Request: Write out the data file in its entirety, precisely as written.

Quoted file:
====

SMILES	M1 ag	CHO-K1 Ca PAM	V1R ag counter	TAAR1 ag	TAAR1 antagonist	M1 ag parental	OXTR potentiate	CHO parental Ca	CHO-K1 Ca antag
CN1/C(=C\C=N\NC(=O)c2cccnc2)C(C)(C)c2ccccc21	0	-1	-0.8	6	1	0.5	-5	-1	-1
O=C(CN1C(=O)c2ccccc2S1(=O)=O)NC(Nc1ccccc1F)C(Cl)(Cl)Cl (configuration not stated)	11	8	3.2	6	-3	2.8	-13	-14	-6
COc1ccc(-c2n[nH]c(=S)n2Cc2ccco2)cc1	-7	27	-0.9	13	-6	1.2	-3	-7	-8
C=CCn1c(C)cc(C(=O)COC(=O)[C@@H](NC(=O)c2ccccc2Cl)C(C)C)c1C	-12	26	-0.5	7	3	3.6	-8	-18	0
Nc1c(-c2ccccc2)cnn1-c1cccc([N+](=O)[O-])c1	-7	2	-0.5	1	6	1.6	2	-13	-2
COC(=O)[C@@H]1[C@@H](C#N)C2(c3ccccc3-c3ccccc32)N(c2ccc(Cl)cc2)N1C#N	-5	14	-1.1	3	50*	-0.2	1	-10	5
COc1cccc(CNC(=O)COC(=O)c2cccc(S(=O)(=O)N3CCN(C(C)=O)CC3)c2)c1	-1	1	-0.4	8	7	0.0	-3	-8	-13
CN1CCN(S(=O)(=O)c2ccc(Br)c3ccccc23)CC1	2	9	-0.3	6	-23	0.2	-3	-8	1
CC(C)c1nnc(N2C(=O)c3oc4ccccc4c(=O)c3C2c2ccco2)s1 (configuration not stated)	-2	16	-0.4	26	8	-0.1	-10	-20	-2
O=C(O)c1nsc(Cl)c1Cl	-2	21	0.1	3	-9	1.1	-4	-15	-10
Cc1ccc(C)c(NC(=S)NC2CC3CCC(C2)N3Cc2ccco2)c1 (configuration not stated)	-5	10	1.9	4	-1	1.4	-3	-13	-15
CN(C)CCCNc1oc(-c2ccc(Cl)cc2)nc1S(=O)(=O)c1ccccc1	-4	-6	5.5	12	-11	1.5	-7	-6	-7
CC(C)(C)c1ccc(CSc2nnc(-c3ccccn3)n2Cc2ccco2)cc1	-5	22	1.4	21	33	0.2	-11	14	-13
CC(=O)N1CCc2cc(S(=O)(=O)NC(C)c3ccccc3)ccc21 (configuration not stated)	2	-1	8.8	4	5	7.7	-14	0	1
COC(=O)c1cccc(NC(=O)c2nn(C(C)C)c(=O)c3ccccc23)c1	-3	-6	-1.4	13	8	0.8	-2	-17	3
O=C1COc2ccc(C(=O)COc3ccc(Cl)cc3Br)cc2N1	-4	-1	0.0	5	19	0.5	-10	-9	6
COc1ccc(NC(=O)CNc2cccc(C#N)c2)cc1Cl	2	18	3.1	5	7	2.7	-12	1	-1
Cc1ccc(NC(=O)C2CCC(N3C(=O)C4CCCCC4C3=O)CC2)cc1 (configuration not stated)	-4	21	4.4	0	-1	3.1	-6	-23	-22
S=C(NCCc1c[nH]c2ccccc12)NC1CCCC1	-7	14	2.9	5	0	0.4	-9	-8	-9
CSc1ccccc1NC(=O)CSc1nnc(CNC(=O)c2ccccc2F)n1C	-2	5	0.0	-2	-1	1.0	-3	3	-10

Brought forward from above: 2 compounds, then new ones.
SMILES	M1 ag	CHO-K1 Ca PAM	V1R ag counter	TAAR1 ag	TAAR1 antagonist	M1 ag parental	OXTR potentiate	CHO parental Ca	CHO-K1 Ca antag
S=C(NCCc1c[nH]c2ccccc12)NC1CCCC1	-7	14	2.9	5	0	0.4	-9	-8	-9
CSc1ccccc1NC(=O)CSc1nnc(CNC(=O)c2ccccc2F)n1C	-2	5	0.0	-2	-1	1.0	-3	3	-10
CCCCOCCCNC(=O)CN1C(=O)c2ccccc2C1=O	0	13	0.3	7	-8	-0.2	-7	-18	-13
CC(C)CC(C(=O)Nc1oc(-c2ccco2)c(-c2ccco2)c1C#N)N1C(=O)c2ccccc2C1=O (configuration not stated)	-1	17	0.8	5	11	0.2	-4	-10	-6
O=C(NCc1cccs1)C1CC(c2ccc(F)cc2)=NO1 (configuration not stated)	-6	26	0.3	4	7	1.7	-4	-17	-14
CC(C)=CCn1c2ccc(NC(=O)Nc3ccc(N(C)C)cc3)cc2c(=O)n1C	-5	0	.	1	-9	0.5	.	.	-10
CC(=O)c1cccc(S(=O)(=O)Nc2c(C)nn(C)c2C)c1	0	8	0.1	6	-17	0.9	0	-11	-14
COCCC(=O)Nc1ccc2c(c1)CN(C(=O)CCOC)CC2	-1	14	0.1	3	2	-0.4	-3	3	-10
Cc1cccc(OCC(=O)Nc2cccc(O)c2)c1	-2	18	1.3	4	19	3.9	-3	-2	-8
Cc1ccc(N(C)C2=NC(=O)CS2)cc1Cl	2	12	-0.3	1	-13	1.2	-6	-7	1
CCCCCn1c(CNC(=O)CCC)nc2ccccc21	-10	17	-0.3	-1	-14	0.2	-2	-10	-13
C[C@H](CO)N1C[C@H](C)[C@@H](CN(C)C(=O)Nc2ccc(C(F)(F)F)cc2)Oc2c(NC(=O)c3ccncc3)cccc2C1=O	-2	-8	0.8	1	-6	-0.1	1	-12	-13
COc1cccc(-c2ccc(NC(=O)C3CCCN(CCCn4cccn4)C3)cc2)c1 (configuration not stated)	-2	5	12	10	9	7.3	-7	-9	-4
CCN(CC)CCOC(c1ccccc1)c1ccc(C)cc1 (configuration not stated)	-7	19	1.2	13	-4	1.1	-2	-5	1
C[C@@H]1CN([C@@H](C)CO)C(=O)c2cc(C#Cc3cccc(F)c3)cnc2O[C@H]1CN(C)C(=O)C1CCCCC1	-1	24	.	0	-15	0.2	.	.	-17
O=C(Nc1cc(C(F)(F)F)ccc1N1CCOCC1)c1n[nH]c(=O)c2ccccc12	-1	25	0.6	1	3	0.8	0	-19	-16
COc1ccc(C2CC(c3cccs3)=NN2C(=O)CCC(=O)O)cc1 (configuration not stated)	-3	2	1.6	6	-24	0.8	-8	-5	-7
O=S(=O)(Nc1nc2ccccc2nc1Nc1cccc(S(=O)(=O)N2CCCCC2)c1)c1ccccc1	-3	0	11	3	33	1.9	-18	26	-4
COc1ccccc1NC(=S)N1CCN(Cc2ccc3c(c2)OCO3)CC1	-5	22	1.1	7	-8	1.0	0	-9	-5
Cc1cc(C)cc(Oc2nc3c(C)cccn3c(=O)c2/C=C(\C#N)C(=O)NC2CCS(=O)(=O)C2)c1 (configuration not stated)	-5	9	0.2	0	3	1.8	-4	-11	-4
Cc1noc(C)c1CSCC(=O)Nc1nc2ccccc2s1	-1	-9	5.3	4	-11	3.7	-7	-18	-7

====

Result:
SMILES	M1 ag	CHO-K1 Ca PAM	V1R ag counter	TAAR1 ag	TAAR1 antagonist	M1 ag parental	OXTR potentiate	CHO parental Ca	CHO-K1 Ca antag
CN1/C(=C\C=N\NC(=O)c2cccnc2)C(C)(C)c2ccccc21	0	-1	-0.8	6	1	0.5	-5	-1	-1
O=C(CN1C(=O)c2ccccc2S1(=O)=O)NC(Nc1ccccc1F)C(Cl)(Cl)Cl (configuration not stated)	11	8	3.2	6	-3	2.8	-13	-14	-6
COc1ccc(-c2n[nH]c(=S)n2Cc2ccco2)cc1	-7	27	-0.9	13	-6	1.2	-3	-7	-8
C=CCn1c(C)cc(C(=O)COC(=O)[C@@H](NC(=O)c2ccccc2Cl)C(C)C)c1C	-12	26	-0.5	7	3	3.6	-8	-18	0
Nc1c(-c2ccccc2)cnn1-c1cccc([N+](=O)[O-])c1	-7	2	-0.5	1	6	1.6	2	-13	-2
COC(=O)[C@@H]1[C@@H](C#N)C2(c3ccccc3-c3ccccc32)N(c2ccc(Cl)cc2)N1C#N	-5	14	-1.1	3	50*	-0.2	1	-10	5
COc1cccc(CNC(=O)COC(=O)c2cccc(S(=O)(=O)N3CCN(C(C)=O)CC3)c2)c1	-1	1	-0.4	8	7	0.0	-3	-8	-13
CN1CCN(S(=O)(=O)c2ccc(Br)c3ccccc23)CC1	2	9	-0.3	6	-23	0.2	-3	-8	1
CC(C)c1nnc(N2C(=O)c3oc4ccccc4c(=O)c3C2c2ccco2)s1 (configuration not stated)	-2	16	-0.4	26	8	-0.1	-10	-20	-2
O=C(O)c1nsc(Cl)c1Cl	-2	21	0.1	3	-9	1.1	-4	-15	-10
Cc1ccc(C)c(NC(=S)NC2CC3CCC(C2)N3Cc2ccco2)c1 (configuration not stated)	-5	10	1.9	4	-1	1.4	-3	-13	-15
CN(C)CCCNc1oc(-c2ccc(Cl)cc2)nc1S(=O)(=O)c1ccccc1	-4	-6	5.5	12	-11	1.5	-7	-6	-7
CC(C)(C)c1ccc(CSc2nnc(-c3ccccn3)n2Cc2ccco2)cc1	-5	22	1.4	21	33	0.2	-11	14	-13
CC(=O)N1CCc2cc(S(=O)(=O)NC(C)c3ccccc3)ccc21 (configuration not stated)	2	-1	8.8	4	5	7.7	-14	0	1
COC(=O)c1cccc(NC(=O)c2nn(C(C)C)c(=O)c3ccccc23)c1	-3	-6	-1.4	13	8	0.8	-2	-17	3
O=C1COc2ccc(C(=O)COc3ccc(Cl)cc3Br)cc2N1	-4	-1	0.0	5	19	0.5	-10	-9	6
COc1ccc(NC(=O)CNc2cccc(C#N)c2)cc1Cl	2	18	3.1	5	7	2.7	-12	1	-1
Cc1ccc(NC(=O)C2CCC(N3C(=O)C4CCCCC4C3=O)CC2)cc1 (configuration not stated)	-4	21	4.4	0	-1	3.1	-6	-23	-22
S=C(NCCc1c[nH]c2ccccc12)NC1CCCC1	-7	14	2.9	5	0	0.4	-9	-8	-9
CSc1ccccc1NC(=O)CSc1nnc(CNC(=O)c2ccccc2F)n1C	-2	5	0.0	-2	-1	1.0	-3	3	-10

Brought forward from above: 2 compounds, then new ones.
SMILES	M1 ag	CHO-K1 Ca PAM	V1R ag counter	TAAR1 ag	TAAR1 antagonist	M1 ag parental	OXTR potentiate	CHO parental Ca	CHO-K1 Ca antag
S=C(NCCc1c[nH]c2ccccc12)NC1CCCC1	-7	14	2.9	5	0	0.4	-9	-8	-9
CSc1ccccc1NC(=O)CSc1nnc(CNC(=O)c2ccccc2F)n1C	-2	5	0.0	-2	-1	1.0	-3	3	-10
CCCCOCCCNC(=O)CN1C(=O)c2ccccc2C1=O	0	13	0.3	7	-8	-0.2	-7	-18	-13
CC(C)CC(C(=O)Nc1oc(-c2ccco2)c(-c2ccco2)c1C#N)N1C(=O)c2ccccc2C1=O (configuration not stated)	-1	17	0.8	5	11	0.2	-4	-10	-6
O=C(NCc1cccs1)C1CC(c2ccc(F)cc2)=NO1 (configuration not stated)	-6	26	0.3	4	7	1.7	-4	-17	-14
CC(C)=CCn1c2ccc(NC(=O)Nc3ccc(N(C)C)cc3)cc2c(=O)n1C	-5	0	.	1	-9	0.5	.	.	-10
CC(=O)c1cccc(S(=O)(=O)Nc2c(C)nn(C)c2C)c1	0	8	0.1	6	-17	0.9	0	-11	-14
COCCC(=O)Nc1ccc2c(c1)CN(C(=O)CCOC)CC2	-1	14	0.1	3	2	-0.4	-3	3	-10
Cc1cccc(OCC(=O)Nc2cccc(O)c2)c1	-2	18	1.3	4	19	3.9	-3	-2	-8
Cc1ccc(N(C)C2=NC(=O)CS2)cc1Cl	2	12	-0.3	1	-13	1.2	-6	-7	1
CCCCCn1c(CNC(=O)CCC)nc2ccccc21	-10	17	-0.3	-1	-14	0.2	-2	-10	-13
C[C@H](CO)N1C[C@H](C)[C@@H](CN(C)C(=O)Nc2ccc(C(F)(F)F)cc2)Oc2c(NC(=O)c3ccncc3)cccc2C1=O	-2	-8	0.8	1	-6	-0.1	1	-12	-13
COc1cccc(-c2ccc(NC(=O)C3CCCN(CCCn4cccn4)C3)cc2)c1 (configuration not stated)	-2	5	12	10	9	7.3	-7	-9	-4
CCN(CC)CCOC(c1ccccc1)c1ccc(C)cc1 (configuration not stated)	-7	19	1.2	13	-4	1.1	-2	-5	1
C[C@@H]1CN([C@@H](C)CO)C(=O)c2cc(C#Cc3cccc(F)c3)cnc2O[C@H]1CN(C)C(=O)C1CCCCC1	-1	24	.	0	-15	0.2	.	.	-17
O=C(Nc1cc(C(F)(F)F)ccc1N1CCOCC1)c1n[nH]c(=O)c2ccccc12	-1	25	0.6	1	3	0.8	0	-19	-16
COc1ccc(C2CC(c3cccs3)=NN2C(=O)CCC(=O)O)cc1 (configuration not stated)	-3	2	1.6	6	-24	0.8	-8	-5	-7
O=S(=O)(Nc1nc2ccccc2nc1Nc1cccc(S(=O)(=O)N2CCCCC2)c1)c1ccccc1	-3	0	11	3	33	1.9	-18	26	-4
COc1ccccc1NC(=S)N1CCN(Cc2ccc3c(c2)OCO3)CC1	-5	22	1.1	7	-8	1.0	0	-9	-5
Cc1cc(C)cc(Oc2nc3c(C)cccn3c(=O)c2/C=C(\C#N)C(=O)NC2CCS(=O)(=O)C2)c1 (configuration not stated)	-5	9	0.2	0	3	1.8	-4	-11	-4
Cc1noc(C)c1CSCC(=O)Nc1nc2ccccc2s1	-1	-9	5.3	4	-11	3.7	-7	-18	-7